Friday, September 28, 2018

I had a really bad time at Laurel Valley this week

Take a moment to let that headline sink in. I believe it is without precedent. No one’s ever had a bad time at Laurel Valley, the posh Ligonier country club and home to one of America’s top 100 golf courses.

Let me be more specific. When I say I had a bad time at Laurel, the bad time lasted fewer than 7 minutes.

The rest of the time — nearly 20 hours — was absolutely splendid. I was wined, dined, flattered for my book and made a host of new friends.

It’s time I hope I never forget coupled with time I sorely wish I could.

See, UPMC Children’s Hospital of Pittsburgh Foundation secured my participation by purchasing 200 signed copies of my Palmer book to give as gifts to golfers who were paying thousands of dollars to enjoy the Laurel luxury. The opportunity included being featured speaker at both lunch and dinner.

I was really excited about my role. I took Josie with me Monday on the pretext of needing help delivering the books. She’d be turning 18 on Tuesday and I was hoping she’d get a peek at the place.

“Now, this might be a bust,” I warned. “We might not get past the front door.”

We were there four hours and she left with a Laurel Valley job application and pleas she’d return it ringing in her ears.

The kid has charisma. We’re so proud of her.

I later swapped her for her mother and we were treated to a fabulous Laurel dinner.

I was back early morning. Sprawled over two tables were all my books. Best part? I didn’t have to endure the crass indignity of trying to sell them. All I had to do was hand them to arriving golfers and engage in cheerful chat. And I got that down.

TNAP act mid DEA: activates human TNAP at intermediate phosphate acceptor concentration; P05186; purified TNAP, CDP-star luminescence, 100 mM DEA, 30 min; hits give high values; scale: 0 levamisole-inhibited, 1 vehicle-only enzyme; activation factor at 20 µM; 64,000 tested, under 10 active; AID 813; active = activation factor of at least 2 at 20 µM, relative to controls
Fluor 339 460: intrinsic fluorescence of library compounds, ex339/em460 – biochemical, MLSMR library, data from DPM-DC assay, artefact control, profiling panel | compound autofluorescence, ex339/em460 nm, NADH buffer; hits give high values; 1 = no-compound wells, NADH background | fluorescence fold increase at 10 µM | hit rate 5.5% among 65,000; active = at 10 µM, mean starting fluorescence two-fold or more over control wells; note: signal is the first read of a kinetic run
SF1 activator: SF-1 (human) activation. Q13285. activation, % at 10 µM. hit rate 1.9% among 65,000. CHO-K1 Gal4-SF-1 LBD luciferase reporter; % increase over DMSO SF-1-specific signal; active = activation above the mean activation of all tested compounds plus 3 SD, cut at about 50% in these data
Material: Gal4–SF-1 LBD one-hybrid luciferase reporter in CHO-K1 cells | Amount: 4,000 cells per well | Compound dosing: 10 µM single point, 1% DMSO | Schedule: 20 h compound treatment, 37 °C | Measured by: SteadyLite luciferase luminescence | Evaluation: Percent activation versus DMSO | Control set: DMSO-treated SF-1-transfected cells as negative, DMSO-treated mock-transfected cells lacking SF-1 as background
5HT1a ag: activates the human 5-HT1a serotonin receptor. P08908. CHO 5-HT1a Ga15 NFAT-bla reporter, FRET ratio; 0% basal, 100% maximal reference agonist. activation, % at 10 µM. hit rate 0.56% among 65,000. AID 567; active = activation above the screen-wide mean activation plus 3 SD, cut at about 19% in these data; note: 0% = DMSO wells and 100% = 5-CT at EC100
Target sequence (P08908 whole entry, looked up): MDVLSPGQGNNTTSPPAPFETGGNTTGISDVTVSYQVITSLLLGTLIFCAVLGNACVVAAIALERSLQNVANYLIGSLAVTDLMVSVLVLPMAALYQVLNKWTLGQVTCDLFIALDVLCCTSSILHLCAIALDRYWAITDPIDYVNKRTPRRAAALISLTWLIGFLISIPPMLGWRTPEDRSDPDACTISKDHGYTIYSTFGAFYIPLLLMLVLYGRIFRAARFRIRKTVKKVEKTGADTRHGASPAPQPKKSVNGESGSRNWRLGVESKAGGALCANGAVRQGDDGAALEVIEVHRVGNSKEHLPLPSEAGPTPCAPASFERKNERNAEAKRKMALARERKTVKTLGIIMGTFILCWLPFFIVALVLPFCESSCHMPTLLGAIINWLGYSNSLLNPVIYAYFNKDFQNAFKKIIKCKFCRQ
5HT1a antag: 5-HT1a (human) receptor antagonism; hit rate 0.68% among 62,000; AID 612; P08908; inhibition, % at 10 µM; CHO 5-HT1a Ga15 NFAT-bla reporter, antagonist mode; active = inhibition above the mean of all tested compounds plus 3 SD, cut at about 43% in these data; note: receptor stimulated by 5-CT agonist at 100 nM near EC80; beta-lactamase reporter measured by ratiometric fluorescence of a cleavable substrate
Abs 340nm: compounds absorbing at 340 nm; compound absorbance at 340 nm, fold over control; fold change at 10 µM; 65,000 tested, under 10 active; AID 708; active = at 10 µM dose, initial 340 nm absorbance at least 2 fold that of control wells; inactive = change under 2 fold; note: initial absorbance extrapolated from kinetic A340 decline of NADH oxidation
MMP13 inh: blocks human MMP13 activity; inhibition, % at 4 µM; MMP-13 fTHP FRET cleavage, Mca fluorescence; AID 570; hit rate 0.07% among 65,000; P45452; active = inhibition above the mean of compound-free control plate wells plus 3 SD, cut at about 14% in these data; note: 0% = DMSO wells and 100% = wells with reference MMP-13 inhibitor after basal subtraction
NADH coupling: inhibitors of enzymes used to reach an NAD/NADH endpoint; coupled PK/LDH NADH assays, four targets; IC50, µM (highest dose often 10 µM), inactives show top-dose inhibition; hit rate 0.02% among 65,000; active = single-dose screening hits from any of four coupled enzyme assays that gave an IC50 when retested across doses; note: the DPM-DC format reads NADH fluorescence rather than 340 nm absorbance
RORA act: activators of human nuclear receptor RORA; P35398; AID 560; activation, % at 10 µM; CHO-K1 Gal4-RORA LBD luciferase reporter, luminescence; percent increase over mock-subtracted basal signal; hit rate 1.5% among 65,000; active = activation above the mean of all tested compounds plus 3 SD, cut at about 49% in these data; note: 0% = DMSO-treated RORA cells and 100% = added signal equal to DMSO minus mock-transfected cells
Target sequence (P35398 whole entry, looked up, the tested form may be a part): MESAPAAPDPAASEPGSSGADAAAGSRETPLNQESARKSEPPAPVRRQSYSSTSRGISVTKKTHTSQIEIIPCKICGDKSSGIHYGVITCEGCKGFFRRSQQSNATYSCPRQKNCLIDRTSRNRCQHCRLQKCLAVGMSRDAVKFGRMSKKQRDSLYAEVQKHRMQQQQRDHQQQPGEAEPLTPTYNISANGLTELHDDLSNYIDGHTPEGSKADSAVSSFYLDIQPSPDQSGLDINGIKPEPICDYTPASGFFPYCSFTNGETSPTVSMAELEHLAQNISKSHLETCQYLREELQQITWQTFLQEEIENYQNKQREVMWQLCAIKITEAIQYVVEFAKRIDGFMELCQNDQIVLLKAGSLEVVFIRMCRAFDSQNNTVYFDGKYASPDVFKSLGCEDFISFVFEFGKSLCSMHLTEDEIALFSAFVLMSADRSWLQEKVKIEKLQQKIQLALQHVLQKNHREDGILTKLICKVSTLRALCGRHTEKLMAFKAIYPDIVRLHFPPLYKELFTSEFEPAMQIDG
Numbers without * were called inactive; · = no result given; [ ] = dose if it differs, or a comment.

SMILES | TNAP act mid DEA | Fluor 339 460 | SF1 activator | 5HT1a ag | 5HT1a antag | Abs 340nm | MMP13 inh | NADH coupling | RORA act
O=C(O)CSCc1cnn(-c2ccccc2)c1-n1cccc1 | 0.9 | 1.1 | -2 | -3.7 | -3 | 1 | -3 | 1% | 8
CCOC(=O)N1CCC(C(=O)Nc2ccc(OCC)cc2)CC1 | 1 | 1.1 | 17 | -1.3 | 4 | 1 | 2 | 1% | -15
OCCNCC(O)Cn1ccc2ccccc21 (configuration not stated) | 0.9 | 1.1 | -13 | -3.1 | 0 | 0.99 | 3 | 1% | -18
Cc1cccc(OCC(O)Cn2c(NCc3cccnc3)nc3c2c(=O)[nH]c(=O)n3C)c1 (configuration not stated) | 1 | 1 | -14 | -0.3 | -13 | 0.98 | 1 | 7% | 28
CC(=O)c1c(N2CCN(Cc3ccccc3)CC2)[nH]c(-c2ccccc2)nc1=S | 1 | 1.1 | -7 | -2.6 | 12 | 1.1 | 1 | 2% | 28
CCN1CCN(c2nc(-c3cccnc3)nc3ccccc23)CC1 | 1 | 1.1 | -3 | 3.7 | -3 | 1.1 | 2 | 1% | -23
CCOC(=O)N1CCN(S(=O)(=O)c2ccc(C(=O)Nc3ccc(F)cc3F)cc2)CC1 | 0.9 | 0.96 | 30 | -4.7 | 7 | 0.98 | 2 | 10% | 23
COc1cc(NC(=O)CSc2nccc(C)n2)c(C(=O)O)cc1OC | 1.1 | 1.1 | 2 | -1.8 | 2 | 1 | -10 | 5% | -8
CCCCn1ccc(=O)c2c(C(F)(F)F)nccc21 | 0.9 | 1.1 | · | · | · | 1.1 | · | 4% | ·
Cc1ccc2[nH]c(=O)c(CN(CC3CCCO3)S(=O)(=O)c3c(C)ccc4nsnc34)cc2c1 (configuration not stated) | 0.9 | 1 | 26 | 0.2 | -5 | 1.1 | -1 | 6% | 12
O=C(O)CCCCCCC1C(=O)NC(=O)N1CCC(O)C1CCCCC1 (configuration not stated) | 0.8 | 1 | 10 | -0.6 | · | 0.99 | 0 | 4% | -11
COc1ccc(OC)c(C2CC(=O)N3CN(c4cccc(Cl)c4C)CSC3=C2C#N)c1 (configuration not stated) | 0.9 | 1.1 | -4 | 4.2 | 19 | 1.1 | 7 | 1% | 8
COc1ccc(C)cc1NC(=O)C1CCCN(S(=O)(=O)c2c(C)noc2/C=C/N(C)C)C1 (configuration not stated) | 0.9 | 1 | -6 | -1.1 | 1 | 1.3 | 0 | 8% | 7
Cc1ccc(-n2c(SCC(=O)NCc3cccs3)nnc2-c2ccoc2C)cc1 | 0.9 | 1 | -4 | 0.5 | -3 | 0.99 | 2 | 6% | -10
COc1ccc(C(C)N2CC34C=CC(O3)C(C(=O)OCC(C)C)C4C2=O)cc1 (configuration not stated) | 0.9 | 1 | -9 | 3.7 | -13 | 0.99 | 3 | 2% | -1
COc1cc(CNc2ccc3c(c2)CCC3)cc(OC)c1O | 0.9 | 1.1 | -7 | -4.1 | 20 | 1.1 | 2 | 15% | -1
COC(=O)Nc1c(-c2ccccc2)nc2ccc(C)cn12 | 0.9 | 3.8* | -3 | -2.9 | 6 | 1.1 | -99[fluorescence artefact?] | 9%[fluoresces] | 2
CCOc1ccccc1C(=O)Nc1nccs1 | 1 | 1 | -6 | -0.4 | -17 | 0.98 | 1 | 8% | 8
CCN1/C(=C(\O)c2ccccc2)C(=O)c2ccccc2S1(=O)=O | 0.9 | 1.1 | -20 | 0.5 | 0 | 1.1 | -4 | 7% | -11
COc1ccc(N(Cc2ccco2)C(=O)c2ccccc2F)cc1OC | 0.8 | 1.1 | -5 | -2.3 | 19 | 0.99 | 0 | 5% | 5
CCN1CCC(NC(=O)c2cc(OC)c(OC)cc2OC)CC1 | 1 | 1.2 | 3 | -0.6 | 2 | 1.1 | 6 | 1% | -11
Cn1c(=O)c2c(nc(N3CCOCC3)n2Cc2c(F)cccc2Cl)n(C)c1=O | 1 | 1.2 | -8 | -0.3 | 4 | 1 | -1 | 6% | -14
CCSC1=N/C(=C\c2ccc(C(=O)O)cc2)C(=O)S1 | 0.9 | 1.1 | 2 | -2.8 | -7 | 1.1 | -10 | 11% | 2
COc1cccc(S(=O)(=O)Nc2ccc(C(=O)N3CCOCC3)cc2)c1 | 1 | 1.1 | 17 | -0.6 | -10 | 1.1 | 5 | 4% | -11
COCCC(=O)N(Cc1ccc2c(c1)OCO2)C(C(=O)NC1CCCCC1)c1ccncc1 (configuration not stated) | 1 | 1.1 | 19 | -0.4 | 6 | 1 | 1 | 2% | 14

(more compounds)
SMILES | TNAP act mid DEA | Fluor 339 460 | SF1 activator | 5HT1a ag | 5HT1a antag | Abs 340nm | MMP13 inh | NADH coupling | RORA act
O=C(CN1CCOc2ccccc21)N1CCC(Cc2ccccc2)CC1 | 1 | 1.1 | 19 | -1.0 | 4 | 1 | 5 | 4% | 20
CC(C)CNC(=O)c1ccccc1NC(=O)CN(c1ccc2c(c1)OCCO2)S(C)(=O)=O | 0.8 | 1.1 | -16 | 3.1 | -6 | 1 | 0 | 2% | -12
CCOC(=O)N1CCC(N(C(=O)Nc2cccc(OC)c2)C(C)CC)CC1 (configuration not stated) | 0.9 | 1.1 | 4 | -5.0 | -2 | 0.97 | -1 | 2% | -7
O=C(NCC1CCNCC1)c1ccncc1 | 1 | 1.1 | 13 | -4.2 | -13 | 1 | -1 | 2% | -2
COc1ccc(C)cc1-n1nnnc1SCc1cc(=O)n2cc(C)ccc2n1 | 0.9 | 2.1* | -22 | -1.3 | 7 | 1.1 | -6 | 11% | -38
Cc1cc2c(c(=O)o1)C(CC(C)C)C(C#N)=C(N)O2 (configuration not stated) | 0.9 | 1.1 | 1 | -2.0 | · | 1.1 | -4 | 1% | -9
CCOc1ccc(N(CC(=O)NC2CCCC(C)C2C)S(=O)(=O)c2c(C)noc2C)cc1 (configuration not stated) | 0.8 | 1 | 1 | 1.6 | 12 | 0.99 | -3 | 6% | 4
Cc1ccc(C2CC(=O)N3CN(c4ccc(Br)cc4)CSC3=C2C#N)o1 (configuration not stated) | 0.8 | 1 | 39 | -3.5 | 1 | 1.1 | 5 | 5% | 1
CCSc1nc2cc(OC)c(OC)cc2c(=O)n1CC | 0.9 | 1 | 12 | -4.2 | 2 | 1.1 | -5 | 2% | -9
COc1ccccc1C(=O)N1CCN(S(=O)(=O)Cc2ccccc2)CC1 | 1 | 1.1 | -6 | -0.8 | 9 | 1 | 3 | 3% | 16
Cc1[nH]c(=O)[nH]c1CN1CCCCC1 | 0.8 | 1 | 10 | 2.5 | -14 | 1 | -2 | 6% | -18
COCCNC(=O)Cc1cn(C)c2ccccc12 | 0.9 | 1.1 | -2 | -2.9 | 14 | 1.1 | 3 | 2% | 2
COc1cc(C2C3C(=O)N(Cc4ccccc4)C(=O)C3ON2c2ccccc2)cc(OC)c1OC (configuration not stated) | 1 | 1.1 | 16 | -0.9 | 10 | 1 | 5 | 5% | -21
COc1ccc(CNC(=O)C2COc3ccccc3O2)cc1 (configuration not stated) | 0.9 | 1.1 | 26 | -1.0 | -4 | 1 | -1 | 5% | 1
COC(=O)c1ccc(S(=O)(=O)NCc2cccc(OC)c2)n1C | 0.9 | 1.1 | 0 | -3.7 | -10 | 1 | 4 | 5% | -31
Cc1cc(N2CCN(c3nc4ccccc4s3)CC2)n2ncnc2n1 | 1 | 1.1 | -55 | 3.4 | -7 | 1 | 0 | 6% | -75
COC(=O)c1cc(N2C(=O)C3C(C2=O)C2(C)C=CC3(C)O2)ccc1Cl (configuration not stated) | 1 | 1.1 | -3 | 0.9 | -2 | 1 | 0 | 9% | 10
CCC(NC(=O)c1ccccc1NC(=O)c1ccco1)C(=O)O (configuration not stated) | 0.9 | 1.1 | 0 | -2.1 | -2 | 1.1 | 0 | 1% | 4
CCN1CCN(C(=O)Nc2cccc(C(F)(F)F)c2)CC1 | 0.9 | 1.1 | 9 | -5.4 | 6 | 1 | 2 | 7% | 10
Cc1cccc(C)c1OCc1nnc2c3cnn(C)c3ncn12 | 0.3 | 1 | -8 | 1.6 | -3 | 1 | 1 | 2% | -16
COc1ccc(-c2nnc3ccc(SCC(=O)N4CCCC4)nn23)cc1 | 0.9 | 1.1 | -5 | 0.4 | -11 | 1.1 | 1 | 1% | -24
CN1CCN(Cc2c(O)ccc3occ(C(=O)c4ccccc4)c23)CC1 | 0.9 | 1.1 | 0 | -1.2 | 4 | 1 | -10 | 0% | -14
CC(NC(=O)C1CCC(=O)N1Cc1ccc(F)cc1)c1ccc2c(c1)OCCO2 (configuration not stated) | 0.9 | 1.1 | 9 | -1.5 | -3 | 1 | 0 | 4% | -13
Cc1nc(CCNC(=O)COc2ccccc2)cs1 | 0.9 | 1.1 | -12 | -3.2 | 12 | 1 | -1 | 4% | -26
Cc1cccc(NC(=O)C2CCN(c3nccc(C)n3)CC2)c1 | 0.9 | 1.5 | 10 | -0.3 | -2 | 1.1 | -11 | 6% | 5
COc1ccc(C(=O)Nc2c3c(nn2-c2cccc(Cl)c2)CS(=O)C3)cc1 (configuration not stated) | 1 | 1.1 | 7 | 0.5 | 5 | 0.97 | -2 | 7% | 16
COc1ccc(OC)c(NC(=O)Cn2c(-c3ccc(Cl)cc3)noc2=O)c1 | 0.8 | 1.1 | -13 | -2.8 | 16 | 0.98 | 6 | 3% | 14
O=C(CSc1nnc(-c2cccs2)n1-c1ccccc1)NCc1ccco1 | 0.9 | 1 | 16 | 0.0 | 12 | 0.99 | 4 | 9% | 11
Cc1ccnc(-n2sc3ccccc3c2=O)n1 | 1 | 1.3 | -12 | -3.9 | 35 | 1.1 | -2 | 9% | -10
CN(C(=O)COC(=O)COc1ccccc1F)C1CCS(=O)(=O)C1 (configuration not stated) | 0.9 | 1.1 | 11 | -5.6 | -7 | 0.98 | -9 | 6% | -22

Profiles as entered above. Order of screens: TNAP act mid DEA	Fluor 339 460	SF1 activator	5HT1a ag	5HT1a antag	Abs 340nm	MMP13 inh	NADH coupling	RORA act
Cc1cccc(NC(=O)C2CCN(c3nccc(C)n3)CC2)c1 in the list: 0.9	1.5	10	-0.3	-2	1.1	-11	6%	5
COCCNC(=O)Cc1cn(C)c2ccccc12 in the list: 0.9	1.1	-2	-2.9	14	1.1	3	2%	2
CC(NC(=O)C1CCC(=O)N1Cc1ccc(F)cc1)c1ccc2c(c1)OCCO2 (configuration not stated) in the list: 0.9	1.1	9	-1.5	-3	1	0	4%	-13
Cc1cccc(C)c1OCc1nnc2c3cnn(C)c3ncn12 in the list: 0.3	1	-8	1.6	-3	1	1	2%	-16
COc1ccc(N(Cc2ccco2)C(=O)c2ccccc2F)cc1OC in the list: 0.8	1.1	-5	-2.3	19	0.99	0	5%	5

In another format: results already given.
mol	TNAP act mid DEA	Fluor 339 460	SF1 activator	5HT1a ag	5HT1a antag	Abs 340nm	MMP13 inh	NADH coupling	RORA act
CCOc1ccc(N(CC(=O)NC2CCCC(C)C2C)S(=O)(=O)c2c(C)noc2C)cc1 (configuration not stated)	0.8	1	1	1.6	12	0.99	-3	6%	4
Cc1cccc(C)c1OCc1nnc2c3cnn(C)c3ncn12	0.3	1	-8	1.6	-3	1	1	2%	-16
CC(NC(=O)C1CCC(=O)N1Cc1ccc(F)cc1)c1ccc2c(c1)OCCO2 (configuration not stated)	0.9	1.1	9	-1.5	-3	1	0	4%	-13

I had no reason to be nervous for my lunch talk, but nervous I was. Understand, they wanted me to talk for just 3- to 5-minutes. I can talk for 3- to 5-minutes  coherently in my sleep.

Everyone told me it was just fine.

But just fine isn’t good enough for me. Truly, I’m used to euphoric reactions. I vowed to myself and others my dinner address would be perfect.

And a flawed man gets into himself into trouble any time he strives for flawlessness.

I may have been intimidated by the affluence of the audience. But that makes no sense. I’ve never been intimidated by the busboys and there’ve been many years when I’ve been out-earned by busboys.

I’m loath to say so, but the recent Parkinson’s diagnosis has me more rattled than I’m eager to admit. A mind that was for so many years as carefree as clouds is now agitated by foul forecasts. Was that it?

Did I drink too much? Not enough? Was I overdue for a humbling?

Either way, the dinner talk was my worst ever. I stammered. I shook. I froze. I'd  have said, "Honest, this is the first time this has ever happened to me," but I was fearful it would sound like I was auditioning for an erectile dysfunction ad.

When I came to a sloppy conclusion, I said some quick goodbyes then made a cowardly retreat out the nearest door.

First thing the next morning, I composed an apologetic email to my two contact  organizers. “Today,” I wrote, “my feelings will ricochet between despondency and mortification, hopefully by tomorrow settling into mere embarrassment.”

I hinted how I couldn’t feel worse. 

That’s why I was floored when the one wrote back, eh, no biggie.

“Please don’t worry yourself for one second on our account,” one replied. “We were honored to have you.”

The second was even more effusive: “You were delightful and charming, and I assure you that you're the only person who feels like your performance was subpar.”

It’s like they’d seen a different me.

Were they just being kind? Could be, but I’ve come to the conclusion that it’s all about your vantage point.

I selfishly see myself from deep inside my own head, a POV that magnifies each triumph and defeat into monumental proportions.